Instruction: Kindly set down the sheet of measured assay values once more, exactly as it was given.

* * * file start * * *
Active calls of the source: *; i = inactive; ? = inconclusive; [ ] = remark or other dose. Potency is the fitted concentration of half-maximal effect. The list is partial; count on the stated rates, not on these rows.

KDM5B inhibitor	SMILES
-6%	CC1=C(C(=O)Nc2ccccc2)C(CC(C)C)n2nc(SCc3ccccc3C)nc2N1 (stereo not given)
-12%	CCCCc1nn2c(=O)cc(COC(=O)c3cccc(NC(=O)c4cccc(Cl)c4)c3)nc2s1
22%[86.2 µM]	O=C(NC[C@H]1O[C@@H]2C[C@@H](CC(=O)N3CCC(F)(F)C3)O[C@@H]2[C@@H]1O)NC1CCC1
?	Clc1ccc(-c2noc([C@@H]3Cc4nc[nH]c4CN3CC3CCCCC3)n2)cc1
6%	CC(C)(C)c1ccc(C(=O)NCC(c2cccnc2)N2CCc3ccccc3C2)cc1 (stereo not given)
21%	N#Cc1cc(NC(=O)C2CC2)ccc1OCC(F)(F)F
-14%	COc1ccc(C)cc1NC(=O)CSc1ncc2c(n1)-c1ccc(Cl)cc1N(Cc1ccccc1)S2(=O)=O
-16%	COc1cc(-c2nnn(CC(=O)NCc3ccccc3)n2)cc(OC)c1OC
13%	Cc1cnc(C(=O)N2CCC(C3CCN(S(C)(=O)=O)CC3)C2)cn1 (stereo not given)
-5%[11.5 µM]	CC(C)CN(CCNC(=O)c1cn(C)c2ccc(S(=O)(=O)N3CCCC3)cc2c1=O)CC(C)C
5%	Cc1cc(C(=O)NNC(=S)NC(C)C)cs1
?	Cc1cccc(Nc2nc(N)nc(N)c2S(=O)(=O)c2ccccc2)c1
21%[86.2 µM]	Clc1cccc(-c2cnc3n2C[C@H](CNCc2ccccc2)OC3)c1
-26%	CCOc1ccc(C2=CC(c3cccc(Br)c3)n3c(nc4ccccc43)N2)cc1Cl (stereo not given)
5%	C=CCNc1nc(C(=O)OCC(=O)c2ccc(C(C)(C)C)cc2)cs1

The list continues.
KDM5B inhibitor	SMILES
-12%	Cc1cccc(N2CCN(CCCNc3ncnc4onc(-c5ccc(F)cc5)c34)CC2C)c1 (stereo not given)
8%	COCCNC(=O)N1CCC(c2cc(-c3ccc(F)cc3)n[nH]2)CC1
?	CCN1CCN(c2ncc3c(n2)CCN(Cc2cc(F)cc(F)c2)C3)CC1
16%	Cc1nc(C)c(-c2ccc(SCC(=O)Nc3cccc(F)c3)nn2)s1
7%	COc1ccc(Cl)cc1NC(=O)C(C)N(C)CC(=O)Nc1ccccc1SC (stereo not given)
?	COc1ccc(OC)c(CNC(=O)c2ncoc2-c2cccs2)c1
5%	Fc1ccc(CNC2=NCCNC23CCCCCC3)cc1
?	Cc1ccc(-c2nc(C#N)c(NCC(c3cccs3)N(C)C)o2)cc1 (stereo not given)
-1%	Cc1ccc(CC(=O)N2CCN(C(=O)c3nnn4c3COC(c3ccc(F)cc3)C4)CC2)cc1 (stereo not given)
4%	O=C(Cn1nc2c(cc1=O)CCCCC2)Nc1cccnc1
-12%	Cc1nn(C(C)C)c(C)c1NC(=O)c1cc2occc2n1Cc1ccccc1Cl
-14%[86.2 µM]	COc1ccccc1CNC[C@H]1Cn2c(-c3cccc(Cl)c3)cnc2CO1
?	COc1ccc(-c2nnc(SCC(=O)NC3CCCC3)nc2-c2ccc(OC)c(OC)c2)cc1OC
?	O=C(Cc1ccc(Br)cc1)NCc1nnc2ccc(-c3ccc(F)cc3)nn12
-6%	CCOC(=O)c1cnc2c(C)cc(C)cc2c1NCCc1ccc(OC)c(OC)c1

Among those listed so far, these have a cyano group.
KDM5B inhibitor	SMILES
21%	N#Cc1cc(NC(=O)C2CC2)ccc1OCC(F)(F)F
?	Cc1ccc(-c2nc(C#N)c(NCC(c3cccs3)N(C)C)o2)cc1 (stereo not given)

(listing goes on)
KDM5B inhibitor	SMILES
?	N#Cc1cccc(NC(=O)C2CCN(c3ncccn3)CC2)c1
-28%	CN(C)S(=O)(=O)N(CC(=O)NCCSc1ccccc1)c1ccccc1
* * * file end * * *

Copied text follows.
Active calls of the source: *; i = inactive; ? = inconclusive; [ ] = remark or other dose. Potency is the fitted concentration of half-maximal effect. The list is partial; count on the stated rates, not on these rows.

KDM5B inhibitor	SMILES
-6%	CC1=C(C(=O)Nc2ccccc2)C(CC(C)C)n2nc(SCc3ccccc3C)nc2N1 (stereo not given)
-12%	CCCCc1nn2c(=O)cc(COC(=O)c3cccc(NC(=O)c4cccc(Cl)c4)c3)nc2s1
22%[86.2 µM]	O=C(NC[C@H]1O[C@@H]2C[C@@H](CC(=O)N3CCC(F)(F)C3)O[C@@H]2[C@@H]1O)NC1CCC1
?	Clc1ccc(-c2noc([C@@H]3Cc4nc[nH]c4CN3CC3CCCCC3)n2)cc1
6%	CC(C)(C)c1ccc(C(=O)NCC(c2cccnc2)N2CCc3ccccc3C2)cc1 (stereo not given)
21%	N#Cc1cc(NC(=O)C2CC2)ccc1OCC(F)(F)F
-14%	COc1ccc(C)cc1NC(=O)CSc1ncc2c(n1)-c1ccc(Cl)cc1N(Cc1ccccc1)S2(=O)=O
-16%	COc1cc(-c2nnn(CC(=O)NCc3ccccc3)n2)cc(OC)c1OC
13%	Cc1cnc(C(=O)N2CCC(C3CCN(S(C)(=O)=O)CC3)C2)cn1 (stereo not given)
-5%[11.5 µM]	CC(C)CN(CCNC(=O)c1cn(C)c2ccc(S(=O)(=O)N3CCCC3)cc2c1=O)CC(C)C
5%	Cc1cc(C(=O)NNC(=S)NC(C)C)cs1
?	Cc1cccc(Nc2nc(N)nc(N)c2S(=O)(=O)c2ccccc2)c1
21%[86.2 µM]	Clc1cccc(-c2cnc3n2C[C@H](CNCc2ccccc2)OC3)c1
-26%	CCOc1ccc(C2=CC(c3cccc(Br)c3)n3c(nc4ccccc43)N2)cc1Cl (stereo not given)
5%	C=CCNc1nc(C(=O)OCC(=O)c2ccc(C(C)(C)C)cc2)cs1

The list continues.
KDM5B inhibitor	SMILES
-12%	Cc1cccc(N2CCN(CCCNc3ncnc4onc(-c5ccc(F)cc5)c34)CC2C)c1 (stereo not given)
8%	COCCNC(=O)N1CCC(c2cc(-c3ccc(F)cc3)n[nH]2)CC1
?	CCN1CCN(c2ncc3c(n2)CCN(Cc2cc(F)cc(F)c2)C3)CC1
16%	Cc1nc(C)c(-c2ccc(SCC(=O)Nc3cccc(F)c3)nn2)s1
7%	COc1ccc(Cl)cc1NC(=O)C(C)N(C)CC(=O)Nc1ccccc1SC (stereo not given)
?	COc1ccc(OC)c(CNC(=O)c2ncoc2-c2cccs2)c1
5%	Fc1ccc(CNC2=NCCNC23CCCCCC3)cc1
?	Cc1ccc(-c2nc(C#N)c(NCC(c3cccs3)N(C)C)o2)cc1 (stereo not given)
-1%	Cc1ccc(CC(=O)N2CCN(C(=O)c3nnn4c3COC(c3ccc(F)cc3)C4)CC2)cc1 (stereo not given)
4%	O=C(Cn1nc2c(cc1=O)CCCCC2)Nc1cccnc1
-12%	Cc1nn(C(C)C)c(C)c1NC(=O)c1cc2occc2n1Cc1ccccc1Cl
-14%[86.2 µM]	COc1ccccc1CNC[C@H]1Cn2c(-c3cccc(Cl)c3)cnc2CO1
?	COc1ccc(-c2nnc(SCC(=O)NC3CCCC3)nc2-c2ccc(OC)c(OC)c2)cc1OC
?	O=C(Cc1ccc(Br)cc1)NCc1nnc2ccc(-c3ccc(F)cc3)nn12
-6%	CCOC(=O)c1cnc2c(C)cc(C)cc2c1NCCc1ccc(OC)c(OC)c1

Among those listed so far, these have a cyano group.
KDM5B inhibitor	SMILES
21%	N#Cc1cc(NC(=O)C2CC2)ccc1OCC(F)(F)F
?	Cc1ccc(-c2nc(C#N)c(NCC(c3cccs3)N(C)C)o2)cc1 (stereo not given)

(listing goes on)
KDM5B inhibitor	SMILES
?	N#Cc1cccc(NC(=O)C2CCN(c3ncccn3)CC2)c1
-28%	CN(C)S(=O)(=O)N(CC(=O)NCCSc1ccccc1)c1ccccc1